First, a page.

Unloading a raft of targeted sanctions after months of perceived inaction against Russia by the Trump administration, it's becoming clear that Washington has hit the country where it hurts. The intended message is that no oligarch can escape economic punishment for involvement in the country's alleged transgressions.
Russian stocks suffered their worst day since 2014 as fears over recently-imposed U.S. Treasury sanctions swept the country. Monday saw Russia's main share index, the dollar-denominated RTS, crash 11.4 percent while the
Until recently considered a safe bet with many investors "overweight" on Russian assets, the country's markets now appear at the mercy of the U.S. Treasury, whose deployment of punitive economic measures Friday was its most severe — and most unpredictable — yet.
The gut-punch? Washington's secondary sanctions, which threaten to punish non-American individuals and companies doing business with the sanctioned entities in the same way they would Americans. This is a particularly powerful component of the sanctions placed on seven Russian oligarchs, 12 businesses and 17 government officials which were put on the Treasury's Specially Designated Nationals (SDN) list, freezing their U.S. assets and forbidding U.S. persons and companies from doing business with them.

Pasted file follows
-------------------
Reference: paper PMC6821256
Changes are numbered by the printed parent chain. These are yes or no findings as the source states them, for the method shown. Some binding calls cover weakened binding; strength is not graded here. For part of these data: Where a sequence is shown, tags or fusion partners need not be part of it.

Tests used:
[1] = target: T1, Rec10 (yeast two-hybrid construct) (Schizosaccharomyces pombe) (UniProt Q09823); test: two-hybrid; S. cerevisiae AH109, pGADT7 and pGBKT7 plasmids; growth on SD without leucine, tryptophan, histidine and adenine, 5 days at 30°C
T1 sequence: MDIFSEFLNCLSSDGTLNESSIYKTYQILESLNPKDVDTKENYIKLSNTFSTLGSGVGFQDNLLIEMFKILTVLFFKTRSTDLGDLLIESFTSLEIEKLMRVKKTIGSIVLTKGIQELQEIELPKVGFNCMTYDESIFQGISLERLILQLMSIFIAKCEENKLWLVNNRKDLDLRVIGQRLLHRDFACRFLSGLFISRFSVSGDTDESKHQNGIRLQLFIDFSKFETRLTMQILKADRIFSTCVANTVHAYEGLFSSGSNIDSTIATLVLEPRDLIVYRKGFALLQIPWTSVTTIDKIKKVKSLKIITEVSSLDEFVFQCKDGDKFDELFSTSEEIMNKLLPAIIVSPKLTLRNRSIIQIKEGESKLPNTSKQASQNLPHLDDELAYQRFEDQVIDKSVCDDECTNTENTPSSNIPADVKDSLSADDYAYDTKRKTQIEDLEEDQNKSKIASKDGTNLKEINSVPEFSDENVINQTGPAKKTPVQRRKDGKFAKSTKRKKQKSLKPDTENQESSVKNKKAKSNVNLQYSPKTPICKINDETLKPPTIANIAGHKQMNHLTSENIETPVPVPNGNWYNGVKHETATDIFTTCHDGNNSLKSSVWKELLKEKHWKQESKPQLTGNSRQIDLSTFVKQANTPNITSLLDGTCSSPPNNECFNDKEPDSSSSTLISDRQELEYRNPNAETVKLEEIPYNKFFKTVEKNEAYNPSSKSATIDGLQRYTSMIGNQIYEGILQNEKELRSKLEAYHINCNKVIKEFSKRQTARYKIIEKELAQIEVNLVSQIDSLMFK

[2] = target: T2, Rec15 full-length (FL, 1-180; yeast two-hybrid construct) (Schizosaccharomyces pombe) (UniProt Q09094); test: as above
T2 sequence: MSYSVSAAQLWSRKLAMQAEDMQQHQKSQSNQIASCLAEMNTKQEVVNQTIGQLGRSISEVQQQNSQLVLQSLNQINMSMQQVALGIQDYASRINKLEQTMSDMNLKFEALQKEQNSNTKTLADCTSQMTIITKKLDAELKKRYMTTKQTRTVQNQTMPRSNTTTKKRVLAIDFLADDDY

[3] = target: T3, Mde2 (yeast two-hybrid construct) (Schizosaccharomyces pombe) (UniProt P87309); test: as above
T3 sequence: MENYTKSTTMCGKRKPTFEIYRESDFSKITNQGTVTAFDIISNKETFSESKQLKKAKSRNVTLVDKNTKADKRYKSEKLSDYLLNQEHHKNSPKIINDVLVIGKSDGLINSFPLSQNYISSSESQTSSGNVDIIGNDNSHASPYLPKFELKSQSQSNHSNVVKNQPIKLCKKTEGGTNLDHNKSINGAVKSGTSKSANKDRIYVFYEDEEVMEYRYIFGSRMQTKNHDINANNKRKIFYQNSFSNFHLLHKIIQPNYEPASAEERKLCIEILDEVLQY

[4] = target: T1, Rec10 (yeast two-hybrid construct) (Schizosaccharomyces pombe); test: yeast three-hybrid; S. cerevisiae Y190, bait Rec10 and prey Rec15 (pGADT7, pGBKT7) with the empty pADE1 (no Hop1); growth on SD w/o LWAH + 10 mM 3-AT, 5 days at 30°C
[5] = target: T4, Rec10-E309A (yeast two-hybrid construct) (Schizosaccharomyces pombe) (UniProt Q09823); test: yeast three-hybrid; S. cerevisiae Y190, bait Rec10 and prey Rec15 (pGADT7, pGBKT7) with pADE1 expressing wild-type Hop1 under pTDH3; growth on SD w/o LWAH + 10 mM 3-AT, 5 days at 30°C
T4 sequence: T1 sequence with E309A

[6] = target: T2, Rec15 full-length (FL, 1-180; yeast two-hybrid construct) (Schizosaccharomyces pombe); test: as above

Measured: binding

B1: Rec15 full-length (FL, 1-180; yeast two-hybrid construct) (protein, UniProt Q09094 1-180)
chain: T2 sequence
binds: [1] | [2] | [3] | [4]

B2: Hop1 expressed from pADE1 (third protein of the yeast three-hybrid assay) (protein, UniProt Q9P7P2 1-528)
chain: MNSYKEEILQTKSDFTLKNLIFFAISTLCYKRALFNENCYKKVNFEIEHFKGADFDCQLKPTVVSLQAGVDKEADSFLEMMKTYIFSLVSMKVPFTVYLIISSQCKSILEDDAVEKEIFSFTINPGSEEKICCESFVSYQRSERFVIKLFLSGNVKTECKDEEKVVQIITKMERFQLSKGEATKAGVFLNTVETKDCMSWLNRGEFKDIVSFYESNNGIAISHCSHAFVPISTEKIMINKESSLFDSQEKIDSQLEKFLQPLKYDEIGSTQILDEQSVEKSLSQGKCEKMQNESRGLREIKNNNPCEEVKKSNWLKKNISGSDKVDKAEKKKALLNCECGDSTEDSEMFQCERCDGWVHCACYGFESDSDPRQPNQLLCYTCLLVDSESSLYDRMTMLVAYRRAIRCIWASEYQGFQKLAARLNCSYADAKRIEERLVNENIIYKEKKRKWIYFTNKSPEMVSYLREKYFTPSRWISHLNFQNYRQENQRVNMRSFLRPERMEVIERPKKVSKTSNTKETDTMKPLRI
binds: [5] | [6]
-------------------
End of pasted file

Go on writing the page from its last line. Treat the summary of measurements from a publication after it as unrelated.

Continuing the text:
Congress's sanctions legislation, CAATSA (the Countering American Adversaries through Sanctions Act) allows for the measures to be expanded as well, according to Max Hess, political risk analyst at AKE Group. Depending on the U.S. government's determination, he said, "They would apply in full to pretty much anyone — well, anyone hoping to ever use the U.S. financial system — as they would to a U.S. person or company, hence a big deal."
Several Russian entities and businessmen long serving as conduits for Western investment into the country now face crippling restrictions on their reach in international markets. And the sharp drop in domestic asset prices reflect growing fears that anyone could be next.